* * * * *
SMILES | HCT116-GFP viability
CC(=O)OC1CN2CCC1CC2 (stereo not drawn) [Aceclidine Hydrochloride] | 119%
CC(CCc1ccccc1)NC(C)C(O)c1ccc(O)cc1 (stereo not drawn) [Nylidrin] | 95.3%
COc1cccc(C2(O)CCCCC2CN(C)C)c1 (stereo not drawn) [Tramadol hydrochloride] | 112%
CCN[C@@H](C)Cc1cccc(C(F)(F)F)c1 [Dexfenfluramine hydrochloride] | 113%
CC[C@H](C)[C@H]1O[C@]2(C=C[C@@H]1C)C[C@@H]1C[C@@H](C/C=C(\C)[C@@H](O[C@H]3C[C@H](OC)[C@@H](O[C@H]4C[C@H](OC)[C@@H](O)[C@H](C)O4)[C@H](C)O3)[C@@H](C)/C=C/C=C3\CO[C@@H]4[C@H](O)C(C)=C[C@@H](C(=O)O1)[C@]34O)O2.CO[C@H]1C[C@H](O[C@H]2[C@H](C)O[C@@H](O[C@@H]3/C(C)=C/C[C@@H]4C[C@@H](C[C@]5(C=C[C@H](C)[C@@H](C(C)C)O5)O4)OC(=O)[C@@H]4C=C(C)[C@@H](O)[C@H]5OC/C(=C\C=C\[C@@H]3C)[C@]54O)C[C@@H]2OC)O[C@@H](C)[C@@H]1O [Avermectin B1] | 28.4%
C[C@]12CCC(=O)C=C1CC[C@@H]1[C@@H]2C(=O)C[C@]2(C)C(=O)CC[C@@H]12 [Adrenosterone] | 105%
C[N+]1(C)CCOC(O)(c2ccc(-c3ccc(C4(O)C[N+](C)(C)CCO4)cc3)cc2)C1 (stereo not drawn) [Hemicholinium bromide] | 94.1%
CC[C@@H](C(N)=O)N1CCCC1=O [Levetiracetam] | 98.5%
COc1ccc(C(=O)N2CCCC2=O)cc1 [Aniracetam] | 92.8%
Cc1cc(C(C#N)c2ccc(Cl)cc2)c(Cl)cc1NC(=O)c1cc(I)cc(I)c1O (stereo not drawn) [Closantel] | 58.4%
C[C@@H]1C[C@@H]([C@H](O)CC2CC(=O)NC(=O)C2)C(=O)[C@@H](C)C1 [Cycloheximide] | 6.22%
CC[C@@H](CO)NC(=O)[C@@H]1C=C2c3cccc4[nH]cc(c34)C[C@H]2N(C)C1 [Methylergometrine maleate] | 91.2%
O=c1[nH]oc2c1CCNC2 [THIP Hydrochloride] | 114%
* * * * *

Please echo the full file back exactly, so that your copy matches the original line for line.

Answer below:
SMILES | HCT116-GFP viability
CC(=O)OC1CN2CCC1CC2 (stereo not drawn) [Aceclidine Hydrochloride] | 119%
CC(CCc1ccccc1)NC(C)C(O)c1ccc(O)cc1 (stereo not drawn) [Nylidrin] | 95.3%
COc1cccc(C2(O)CCCCC2CN(C)C)c1 (stereo not drawn) [Tramadol hydrochloride] | 112%
CCN[C@@H](C)Cc1cccc(C(F)(F)F)c1 [Dexfenfluramine hydrochloride] | 113%
CC[C@H](C)[C@H]1O[C@]2(C=C[C@@H]1C)C[C@@H]1C[C@@H](C/C=C(\C)[C@@H](O[C@H]3C[C@H](OC)[C@@H](O[C@H]4C[C@H](OC)[C@@H](O)[C@H](C)O4)[C@H](C)O3)[C@@H](C)/C=C/C=C3\CO[C@@H]4[C@H](O)C(C)=C[C@@H](C(=O)O1)[C@]34O)O2.CO[C@H]1C[C@H](O[C@H]2[C@H](C)O[C@@H](O[C@@H]3/C(C)=C/C[C@@H]4C[C@@H](C[C@]5(C=C[C@H](C)[C@@H](C(C)C)O5)O4)OC(=O)[C@@H]4C=C(C)[C@@H](O)[C@H]5OC/C(=C\C=C\[C@@H]3C)[C@]54O)C[C@@H]2OC)O[C@@H](C)[C@@H]1O [Avermectin B1] | 28.4%
C[C@]12CCC(=O)C=C1CC[C@@H]1[C@@H]2C(=O)C[C@]2(C)C(=O)CC[C@@H]12 [Adrenosterone] | 105%
C[N+]1(C)CCOC(O)(c2ccc(-c3ccc(C4(O)C[N+](C)(C)CCO4)cc3)cc2)C1 (stereo not drawn) [Hemicholinium bromide] | 94.1%
CC[C@@H](C(N)=O)N1CCCC1=O [Levetiracetam] | 98.5%
COc1ccc(C(=O)N2CCCC2=O)cc1 [Aniracetam] | 92.8%
Cc1cc(C(C#N)c2ccc(Cl)cc2)c(Cl)cc1NC(=O)c1cc(I)cc(I)c1O (stereo not drawn) [Closantel] | 58.4%
C[C@@H]1C[C@@H]([C@H](O)CC2CC(=O)NC(=O)C2)C(=O)[C@@H](C)C1 [Cycloheximide] | 6.22%
CC[C@@H](CO)NC(=O)[C@@H]1C=C2c3cccc4[nH]cc(c34)C[C@H]2N(C)C1 [Methylergometrine maleate] | 91.2%
O=c1[nH]oc2c1CCNC2 [THIP Hydrochloride] | 114%